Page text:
I was intrigued by Grand Rapids Press editor Paul Keep's Sunday column "The go-to people at The Press."
PR people in the region no doubt took note of the recent newsroom reshuffling, and in turn shuffled their own contact lists to send future news releases and pitches in the right direction.
But the column was not an inside-baseball document to PR pros. It was address directly readers as an invitation for those who "have a story to pitch or a concern to express." Certainly enterprising individuals without a PR job title have been able for some time to notice a byline, look up an address or phone number online, and pitch reporters. But this column was such an open and direct appeal that I got to wondering about the place of PR "professionals" in all of this. Just as journalists are being replaced or supplemented by citizen journalists, are PR professionals entering an era when their pitches compete with "citizen PR practitioners"? Should we envision a cacophony like that illustrated in the Ladders job search commercial when all the people jump on the tennis court?
What Paul Keep is doing is actually a response to the turmoil in journalism. Everyone knows local dailies are struggling, and part of the solution is to "engage" readers (this is also known as public relations, having two-way dialogue with your key public, a point I made to Keep last fall in a meeting when I suggested they have PR as well as journalism interns at the Press). Seeing readers as "customers"--also known as "market journalism"-- has been criticized from a big picture view because there would seem to be pressure to titillate vs inform in order to keep readers and stay financially viable. Some fear editors are as much as saying "screw the First Amendment and the noble notion of the press as an institution of democracy--we need eyeballs or we lose our jobs!" Well, the framers of the Constitution didn't have the people's right to know about the obese food offerings at Whitecaps games in mind when they made a special place for freedom of the press.
On the other hand, the role of journalism has always been to stimulate discussion and facilitate a public sphere in which citizens discuss important issues of the day. By making himself and the newsroom staff so open to readers' views, one could argue Keep is returning the Press to the historical role of journalism in democracy.
But then back to my original question. Where do PR people fit in this milieu of "the great unwashed" pitching their own stories directly to the newsroom? In some ways, journalists have always liked to hear directly from sources and citizens. If they didn't hear about it from a PR professional, they can call it "reporting," or maybe even an "enterprise" story. There is something more genuine about an average Joe calling with a story idea.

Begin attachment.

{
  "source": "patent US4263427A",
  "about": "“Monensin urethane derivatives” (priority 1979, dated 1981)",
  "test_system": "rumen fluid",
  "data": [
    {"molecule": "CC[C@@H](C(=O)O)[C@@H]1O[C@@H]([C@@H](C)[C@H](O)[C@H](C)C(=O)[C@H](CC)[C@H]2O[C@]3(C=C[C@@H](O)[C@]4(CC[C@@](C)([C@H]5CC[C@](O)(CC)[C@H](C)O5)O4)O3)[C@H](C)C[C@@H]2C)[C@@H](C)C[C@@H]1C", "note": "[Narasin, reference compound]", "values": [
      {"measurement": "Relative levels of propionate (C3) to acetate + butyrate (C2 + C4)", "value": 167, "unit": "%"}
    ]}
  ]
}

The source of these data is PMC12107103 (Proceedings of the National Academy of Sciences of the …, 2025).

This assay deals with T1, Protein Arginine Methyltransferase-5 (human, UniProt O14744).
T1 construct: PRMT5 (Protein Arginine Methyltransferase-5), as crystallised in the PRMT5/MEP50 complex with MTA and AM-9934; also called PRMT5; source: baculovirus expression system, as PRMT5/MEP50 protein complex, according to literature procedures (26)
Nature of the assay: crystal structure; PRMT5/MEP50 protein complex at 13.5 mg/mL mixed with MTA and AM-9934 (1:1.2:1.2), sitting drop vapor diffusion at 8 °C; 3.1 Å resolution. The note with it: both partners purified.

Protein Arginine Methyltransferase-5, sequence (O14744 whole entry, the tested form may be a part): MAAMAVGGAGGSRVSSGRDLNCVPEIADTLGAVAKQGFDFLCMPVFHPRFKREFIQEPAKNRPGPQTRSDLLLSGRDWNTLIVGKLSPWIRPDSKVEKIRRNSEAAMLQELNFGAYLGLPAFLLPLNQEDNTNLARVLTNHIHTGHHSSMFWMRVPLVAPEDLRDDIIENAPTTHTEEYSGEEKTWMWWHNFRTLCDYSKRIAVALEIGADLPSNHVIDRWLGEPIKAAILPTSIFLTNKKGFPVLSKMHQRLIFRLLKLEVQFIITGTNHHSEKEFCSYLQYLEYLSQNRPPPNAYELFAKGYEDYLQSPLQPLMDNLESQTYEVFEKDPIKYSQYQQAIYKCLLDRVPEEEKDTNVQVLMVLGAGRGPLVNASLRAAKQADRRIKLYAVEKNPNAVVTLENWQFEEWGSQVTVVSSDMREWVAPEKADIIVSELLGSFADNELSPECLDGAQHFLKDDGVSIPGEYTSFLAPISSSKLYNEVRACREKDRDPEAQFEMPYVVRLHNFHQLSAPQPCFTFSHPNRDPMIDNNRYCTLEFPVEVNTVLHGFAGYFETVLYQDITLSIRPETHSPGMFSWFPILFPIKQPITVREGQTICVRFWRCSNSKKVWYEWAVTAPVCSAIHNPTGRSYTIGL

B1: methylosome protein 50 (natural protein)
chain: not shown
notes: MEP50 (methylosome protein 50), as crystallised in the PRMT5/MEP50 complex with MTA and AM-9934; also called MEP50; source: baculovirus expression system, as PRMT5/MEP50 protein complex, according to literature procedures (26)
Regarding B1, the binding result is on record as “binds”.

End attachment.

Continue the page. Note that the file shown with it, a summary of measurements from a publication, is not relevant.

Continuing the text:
On the other hand, there's no guarantee that the common person will not be cluttering newsrooms with all manner of self-promotional, nebulous, non-newsworthy nonsense. Journalists may appreciate a professional public relations person now more than ever.
But the key is "professional." It has always been the case, but now more than ever PR people must demonstrate their merits by only pitching or releasing news that is as much or more in the public interest than their clients' or organizations' private interest. PR professionals will be valued for recognizing legitimate news, disclosing information people have a right to know, sharing information people want to know, providing access to people journalists want to interview, and explaining complex information clearly. We will be respected for advocating a point of view in the arena of public discussion, not for self-promotion and attempts to manipulate public opinion.
Just as "professional" journalists are distinct from and supplemented by citizen journalists, "professional" PR practitioners must distinguish themselves from others who seek audience via the media. Citizens are participating in their own journalism and public relations on their own blogs, Facebook notes, and tweets. For journalists and PR practitioners alike, our worth is not going to be that we can communicate, but how.